Former RCMP Official Convicted of Violating Canada’s Secrets Act

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Closing arguments are underway in the trial of Cameron Ortis. The former senior RCMP intelligence official is accused of leaking top-secret information to a suspected money launderer. The defence says he was part of a covert operation aimed at protecting Canadians based on information from a foreign agency.

Cameron Ortis Found Guilty of Preparing to Pass State Secrets to Foreign Entity

Cameron Ortis, a former high-ranking official with the Royal Canadian Mounted Police (RCMP), was convicted Wednesday of violating Canada’s secrets act. According to CBC News, Ortis was arrested in 2019 when he was allegedly “on the cusp” of passing sensitive state secrets to a foreign entity, as stated during his bail hearing.

The Arrest and Initial Allegations

RCMP officers raided Ortis’s condo in August 2019, initially investigating leaks of internal police documents to criminal groups. The probe quickly shifted to international espionage when electronic equipment and documents were seized, revealing Ortis’s involvement in what he referred to as “the project.” This project involved plans to leak state secrets, as noted in several to-do lists found in his condo, alongside mundane activities.

Ortis, who held a doctorate in international relations, was serving as the director of the RCMP’s national intelligence co-ordination centre, with access to the Top Secret Network (CTSN). This network contained intelligence from the Five Eyes alliance, including the U.S., Australia, New Zealand, and the United Kingdom.

The Crown’s Argument

During the bail hearings in October 2019, federal prosecutor Judy Kliewer alleged that Ortis was in the final stages of a plan to pass state secrets to a foreign entity. Kliewer argued that the consequences of his actions could have been catastrophic for the security of Canada and its allies. “It was like he was holding a loaded gun and about to pull the trigger,” she said.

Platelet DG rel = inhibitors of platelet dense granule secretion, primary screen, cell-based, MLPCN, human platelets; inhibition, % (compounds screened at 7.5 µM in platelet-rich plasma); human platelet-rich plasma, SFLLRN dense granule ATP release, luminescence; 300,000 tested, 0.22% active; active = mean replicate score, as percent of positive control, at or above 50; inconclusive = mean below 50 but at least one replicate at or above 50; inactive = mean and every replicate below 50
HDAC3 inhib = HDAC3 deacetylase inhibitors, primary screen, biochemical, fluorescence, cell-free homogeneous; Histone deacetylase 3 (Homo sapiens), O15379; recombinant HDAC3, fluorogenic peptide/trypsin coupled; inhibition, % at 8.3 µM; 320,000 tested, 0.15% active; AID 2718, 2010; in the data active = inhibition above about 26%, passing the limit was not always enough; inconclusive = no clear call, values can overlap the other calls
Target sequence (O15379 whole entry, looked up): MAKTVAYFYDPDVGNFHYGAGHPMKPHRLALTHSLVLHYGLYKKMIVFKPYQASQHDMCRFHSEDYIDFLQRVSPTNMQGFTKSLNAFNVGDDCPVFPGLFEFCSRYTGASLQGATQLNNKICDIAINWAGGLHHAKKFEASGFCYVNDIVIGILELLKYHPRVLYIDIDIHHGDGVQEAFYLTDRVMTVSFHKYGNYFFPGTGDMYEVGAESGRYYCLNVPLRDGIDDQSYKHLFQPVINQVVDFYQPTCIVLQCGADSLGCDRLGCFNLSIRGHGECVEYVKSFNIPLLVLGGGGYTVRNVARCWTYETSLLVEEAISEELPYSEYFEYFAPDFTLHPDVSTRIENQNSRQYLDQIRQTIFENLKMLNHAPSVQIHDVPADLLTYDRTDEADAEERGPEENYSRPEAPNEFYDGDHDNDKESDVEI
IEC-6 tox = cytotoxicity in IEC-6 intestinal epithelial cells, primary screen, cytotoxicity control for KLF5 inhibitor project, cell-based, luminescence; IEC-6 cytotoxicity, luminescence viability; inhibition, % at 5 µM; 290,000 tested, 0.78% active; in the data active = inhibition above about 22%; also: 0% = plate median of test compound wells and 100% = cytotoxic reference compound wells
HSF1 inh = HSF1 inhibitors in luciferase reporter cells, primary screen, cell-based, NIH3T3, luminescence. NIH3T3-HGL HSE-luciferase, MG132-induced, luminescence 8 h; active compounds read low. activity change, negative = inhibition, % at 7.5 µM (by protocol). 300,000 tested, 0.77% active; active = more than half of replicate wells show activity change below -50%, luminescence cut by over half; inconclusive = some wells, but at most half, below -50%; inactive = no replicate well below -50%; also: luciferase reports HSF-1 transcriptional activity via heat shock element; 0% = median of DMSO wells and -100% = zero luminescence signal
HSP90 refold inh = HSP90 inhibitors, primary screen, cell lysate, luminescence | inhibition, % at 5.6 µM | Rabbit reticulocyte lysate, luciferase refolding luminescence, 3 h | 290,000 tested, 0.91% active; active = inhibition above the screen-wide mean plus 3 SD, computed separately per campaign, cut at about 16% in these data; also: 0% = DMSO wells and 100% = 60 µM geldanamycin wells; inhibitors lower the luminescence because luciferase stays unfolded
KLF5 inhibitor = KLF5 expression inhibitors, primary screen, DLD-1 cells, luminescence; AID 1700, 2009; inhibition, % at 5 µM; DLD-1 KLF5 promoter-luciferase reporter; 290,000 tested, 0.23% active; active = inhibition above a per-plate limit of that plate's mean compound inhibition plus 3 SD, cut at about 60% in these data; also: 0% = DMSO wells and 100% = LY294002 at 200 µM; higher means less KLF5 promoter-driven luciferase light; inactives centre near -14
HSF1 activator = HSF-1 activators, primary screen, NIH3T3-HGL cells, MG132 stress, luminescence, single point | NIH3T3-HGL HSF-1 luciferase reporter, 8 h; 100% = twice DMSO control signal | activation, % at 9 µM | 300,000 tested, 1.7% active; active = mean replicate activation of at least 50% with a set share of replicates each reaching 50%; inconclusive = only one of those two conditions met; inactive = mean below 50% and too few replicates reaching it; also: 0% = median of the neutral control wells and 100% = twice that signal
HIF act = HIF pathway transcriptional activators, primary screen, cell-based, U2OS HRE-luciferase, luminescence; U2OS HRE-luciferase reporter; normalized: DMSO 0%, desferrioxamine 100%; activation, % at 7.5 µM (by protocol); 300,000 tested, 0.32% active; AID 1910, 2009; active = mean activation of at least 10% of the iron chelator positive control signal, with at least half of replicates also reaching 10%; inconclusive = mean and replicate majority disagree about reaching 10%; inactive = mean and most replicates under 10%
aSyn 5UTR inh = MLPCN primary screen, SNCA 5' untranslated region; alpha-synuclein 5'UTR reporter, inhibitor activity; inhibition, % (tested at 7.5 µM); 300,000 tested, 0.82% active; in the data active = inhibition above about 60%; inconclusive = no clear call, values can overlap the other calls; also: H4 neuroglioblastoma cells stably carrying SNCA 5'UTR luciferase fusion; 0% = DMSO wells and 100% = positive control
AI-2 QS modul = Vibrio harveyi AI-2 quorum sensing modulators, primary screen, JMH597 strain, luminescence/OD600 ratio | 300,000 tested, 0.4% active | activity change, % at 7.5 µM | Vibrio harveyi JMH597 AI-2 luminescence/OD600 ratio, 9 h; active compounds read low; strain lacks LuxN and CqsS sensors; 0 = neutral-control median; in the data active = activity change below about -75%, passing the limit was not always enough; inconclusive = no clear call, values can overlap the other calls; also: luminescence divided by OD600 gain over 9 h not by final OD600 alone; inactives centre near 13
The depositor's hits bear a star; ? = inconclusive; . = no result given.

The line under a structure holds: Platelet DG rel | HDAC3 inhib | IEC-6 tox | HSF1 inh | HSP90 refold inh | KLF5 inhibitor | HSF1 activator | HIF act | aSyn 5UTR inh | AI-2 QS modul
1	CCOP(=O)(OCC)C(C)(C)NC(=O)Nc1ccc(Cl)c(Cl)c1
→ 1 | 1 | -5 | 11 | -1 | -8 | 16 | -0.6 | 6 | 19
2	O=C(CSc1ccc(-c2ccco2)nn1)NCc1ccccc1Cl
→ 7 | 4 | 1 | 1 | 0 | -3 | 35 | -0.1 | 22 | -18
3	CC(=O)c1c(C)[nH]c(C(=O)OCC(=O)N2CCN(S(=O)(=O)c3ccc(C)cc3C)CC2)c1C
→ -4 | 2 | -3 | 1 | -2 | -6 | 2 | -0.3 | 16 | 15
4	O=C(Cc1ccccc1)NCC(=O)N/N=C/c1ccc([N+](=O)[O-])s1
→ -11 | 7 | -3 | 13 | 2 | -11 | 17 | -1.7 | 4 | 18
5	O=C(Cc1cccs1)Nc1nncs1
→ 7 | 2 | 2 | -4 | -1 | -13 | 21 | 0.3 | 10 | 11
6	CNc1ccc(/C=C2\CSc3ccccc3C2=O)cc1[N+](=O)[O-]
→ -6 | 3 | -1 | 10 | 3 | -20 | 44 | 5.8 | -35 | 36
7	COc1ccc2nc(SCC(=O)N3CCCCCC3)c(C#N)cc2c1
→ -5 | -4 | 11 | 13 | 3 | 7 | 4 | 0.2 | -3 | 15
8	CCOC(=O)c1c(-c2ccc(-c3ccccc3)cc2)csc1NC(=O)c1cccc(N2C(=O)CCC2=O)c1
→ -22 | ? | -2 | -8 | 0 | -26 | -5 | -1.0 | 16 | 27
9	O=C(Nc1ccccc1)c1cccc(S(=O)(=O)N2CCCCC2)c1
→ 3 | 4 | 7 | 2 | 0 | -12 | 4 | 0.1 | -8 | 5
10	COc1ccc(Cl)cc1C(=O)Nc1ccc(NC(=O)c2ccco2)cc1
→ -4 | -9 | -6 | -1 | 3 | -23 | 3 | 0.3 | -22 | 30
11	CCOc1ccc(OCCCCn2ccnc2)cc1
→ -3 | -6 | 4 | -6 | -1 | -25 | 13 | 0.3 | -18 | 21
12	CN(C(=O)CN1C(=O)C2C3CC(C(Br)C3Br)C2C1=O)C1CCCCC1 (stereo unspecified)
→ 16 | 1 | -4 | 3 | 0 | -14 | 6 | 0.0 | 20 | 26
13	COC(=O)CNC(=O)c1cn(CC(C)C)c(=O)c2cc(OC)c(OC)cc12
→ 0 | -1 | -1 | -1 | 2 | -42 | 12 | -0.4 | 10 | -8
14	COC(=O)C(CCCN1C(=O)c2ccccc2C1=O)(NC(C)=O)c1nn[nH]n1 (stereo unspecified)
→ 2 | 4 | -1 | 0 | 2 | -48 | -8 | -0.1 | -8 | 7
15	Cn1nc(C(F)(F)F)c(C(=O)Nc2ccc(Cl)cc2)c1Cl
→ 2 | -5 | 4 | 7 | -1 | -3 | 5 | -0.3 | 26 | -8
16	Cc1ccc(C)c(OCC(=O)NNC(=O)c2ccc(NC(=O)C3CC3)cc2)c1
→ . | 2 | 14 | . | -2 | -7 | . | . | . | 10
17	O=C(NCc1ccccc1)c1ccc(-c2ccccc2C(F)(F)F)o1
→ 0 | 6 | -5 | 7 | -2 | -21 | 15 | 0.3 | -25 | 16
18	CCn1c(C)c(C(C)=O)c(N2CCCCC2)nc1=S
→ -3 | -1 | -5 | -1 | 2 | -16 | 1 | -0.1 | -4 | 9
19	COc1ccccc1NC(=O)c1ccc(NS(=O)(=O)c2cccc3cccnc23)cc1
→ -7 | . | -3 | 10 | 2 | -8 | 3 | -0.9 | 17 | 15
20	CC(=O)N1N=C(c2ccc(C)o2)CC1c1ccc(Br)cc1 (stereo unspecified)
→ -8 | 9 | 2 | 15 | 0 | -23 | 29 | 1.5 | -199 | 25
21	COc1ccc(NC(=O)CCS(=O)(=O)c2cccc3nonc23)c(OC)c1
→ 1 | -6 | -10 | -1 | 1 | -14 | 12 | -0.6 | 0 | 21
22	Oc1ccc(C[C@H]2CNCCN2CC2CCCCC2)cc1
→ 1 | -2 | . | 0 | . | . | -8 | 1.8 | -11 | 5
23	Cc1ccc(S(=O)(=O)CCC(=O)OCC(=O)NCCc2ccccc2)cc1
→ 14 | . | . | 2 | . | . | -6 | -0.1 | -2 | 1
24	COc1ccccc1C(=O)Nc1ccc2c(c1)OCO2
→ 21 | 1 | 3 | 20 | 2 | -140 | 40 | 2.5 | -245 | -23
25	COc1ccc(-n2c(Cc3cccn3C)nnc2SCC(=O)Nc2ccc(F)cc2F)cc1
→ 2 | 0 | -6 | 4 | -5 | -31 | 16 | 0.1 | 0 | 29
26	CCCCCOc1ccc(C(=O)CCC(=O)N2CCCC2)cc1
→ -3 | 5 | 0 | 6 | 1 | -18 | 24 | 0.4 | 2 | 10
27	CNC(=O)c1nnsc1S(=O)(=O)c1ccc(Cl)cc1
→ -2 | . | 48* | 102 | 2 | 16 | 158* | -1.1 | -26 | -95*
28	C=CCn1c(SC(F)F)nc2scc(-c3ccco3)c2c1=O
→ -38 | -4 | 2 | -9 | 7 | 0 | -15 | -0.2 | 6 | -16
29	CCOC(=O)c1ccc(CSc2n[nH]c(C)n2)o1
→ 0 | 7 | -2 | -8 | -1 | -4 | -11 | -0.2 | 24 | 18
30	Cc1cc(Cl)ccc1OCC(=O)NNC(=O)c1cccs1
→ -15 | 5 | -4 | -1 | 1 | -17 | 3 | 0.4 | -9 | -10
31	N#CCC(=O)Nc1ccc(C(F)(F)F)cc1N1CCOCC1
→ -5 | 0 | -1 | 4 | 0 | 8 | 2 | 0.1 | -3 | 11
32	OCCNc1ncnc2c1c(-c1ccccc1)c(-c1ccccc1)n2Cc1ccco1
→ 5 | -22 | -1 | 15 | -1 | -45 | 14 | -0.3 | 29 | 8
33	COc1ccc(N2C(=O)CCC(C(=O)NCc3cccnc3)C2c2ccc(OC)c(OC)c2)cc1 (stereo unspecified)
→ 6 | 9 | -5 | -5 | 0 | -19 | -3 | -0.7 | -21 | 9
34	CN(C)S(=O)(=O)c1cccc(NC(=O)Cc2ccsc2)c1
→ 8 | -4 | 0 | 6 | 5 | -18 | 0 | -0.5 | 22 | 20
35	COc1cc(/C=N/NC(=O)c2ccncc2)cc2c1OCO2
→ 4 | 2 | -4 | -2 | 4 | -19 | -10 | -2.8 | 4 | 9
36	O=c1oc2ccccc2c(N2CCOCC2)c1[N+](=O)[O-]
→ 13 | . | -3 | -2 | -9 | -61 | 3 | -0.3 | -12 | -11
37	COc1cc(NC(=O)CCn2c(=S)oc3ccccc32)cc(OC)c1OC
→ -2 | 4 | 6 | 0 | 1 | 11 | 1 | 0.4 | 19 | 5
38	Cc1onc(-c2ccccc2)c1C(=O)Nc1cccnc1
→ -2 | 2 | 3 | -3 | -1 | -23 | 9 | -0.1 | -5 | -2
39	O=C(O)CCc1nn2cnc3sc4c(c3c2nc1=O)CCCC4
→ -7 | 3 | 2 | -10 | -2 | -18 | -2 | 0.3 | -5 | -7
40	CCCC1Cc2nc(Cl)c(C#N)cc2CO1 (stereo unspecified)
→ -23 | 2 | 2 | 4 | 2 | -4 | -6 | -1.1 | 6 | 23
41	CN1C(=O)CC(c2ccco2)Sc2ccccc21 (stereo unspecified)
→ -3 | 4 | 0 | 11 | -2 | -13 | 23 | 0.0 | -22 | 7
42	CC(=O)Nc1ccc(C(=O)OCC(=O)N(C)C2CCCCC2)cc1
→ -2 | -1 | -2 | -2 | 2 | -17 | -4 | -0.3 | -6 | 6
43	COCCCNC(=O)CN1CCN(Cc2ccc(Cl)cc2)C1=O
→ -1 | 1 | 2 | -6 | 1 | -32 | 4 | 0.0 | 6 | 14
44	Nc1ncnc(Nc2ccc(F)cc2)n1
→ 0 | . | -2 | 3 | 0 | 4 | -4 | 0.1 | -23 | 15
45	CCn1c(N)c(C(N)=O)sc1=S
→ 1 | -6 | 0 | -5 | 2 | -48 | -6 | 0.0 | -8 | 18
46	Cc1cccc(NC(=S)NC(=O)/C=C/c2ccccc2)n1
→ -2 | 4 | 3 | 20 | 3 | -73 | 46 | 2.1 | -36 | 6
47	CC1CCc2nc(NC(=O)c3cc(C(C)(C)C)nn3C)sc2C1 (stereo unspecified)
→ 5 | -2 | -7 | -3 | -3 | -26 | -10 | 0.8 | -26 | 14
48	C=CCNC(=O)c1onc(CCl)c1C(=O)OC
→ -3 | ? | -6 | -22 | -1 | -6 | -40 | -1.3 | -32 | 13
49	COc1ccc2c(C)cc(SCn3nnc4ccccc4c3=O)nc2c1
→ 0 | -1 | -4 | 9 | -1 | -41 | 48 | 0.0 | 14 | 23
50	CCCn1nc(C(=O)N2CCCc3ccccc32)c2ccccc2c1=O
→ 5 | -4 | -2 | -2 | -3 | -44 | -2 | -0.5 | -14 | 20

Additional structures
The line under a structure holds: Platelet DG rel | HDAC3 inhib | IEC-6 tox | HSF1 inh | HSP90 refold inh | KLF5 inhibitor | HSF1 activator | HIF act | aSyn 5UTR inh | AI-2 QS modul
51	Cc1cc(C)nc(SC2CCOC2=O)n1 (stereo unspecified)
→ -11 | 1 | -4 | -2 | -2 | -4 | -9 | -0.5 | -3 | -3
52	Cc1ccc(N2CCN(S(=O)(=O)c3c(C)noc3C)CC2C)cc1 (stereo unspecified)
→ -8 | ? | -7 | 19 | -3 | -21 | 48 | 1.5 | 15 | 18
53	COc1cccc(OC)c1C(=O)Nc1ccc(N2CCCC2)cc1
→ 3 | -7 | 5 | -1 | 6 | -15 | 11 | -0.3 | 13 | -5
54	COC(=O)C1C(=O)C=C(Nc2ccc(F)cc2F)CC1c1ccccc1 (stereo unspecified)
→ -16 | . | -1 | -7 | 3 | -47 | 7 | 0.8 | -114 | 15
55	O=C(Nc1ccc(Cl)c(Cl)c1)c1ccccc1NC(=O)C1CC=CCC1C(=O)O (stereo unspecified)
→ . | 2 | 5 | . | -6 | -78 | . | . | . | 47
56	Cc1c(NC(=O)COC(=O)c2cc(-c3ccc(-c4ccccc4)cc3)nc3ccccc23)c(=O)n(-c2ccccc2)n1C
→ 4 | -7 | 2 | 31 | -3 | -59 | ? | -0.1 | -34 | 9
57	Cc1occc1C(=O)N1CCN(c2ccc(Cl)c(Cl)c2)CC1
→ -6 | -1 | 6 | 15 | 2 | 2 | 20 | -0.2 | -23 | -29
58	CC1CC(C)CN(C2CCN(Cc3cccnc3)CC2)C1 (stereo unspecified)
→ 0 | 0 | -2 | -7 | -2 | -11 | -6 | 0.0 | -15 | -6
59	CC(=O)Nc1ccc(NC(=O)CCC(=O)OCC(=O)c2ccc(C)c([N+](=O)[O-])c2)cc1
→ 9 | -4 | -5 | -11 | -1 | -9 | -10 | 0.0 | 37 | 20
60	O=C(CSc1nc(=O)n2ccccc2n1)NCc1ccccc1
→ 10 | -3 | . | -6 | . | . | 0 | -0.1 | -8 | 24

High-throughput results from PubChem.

Crown prosecutor Judy Kliewer, right, speaks to reporters alongside fellow prosecutor John MacFarlane outside of the Ottawa Courthouse after Cameron Jay Ortis, a former RCMP intelligence official charged with breaching Canada’s secrets law, was found guilty on Wednesday, Nov. 22, 2023. (Spencer Colby/The Canadian Press)

Ortis’s Defense and Dropped Charges

Testifying in his defense, Ortis claimed he was working on a secret mission to lure criminals using an encrypted email service. However, four charges related to alleged infractions under section 16 of the Security of Information Act were dropped in 2022. The court found that restrictions on the use of classified information would prevent a full defense.

The Investigation and Evidence

Investigators found 488 highly classified documents on Ortis’s computer, believed to be printed at the RCMP offices. Ortis reportedly tried to make documents untraceable by removing headers and footers before converting them into PDFs. These documents were primarily related to national security.

Personal Background and Other Allegations

Ortis, originally from British Columbia, joined the RCMP in 2006. He was implicated in unusual communication with Vincent Ramos, the head of a company selling encrypted phones to organized crime. Ortis offered confidential information in exchange for money, an allegation he rejected during his testimony.

Current Status and Upcoming Sentencing

After his 2019 arrest, Ortis faced numerous restrictions, including limited access to electronic devices. His bail hearing revealed personal details, including an estranged daughter and financial responsibilities. With his conviction, the Crown is seeking a minimum 20-year sentence, with sentencing scheduled for January.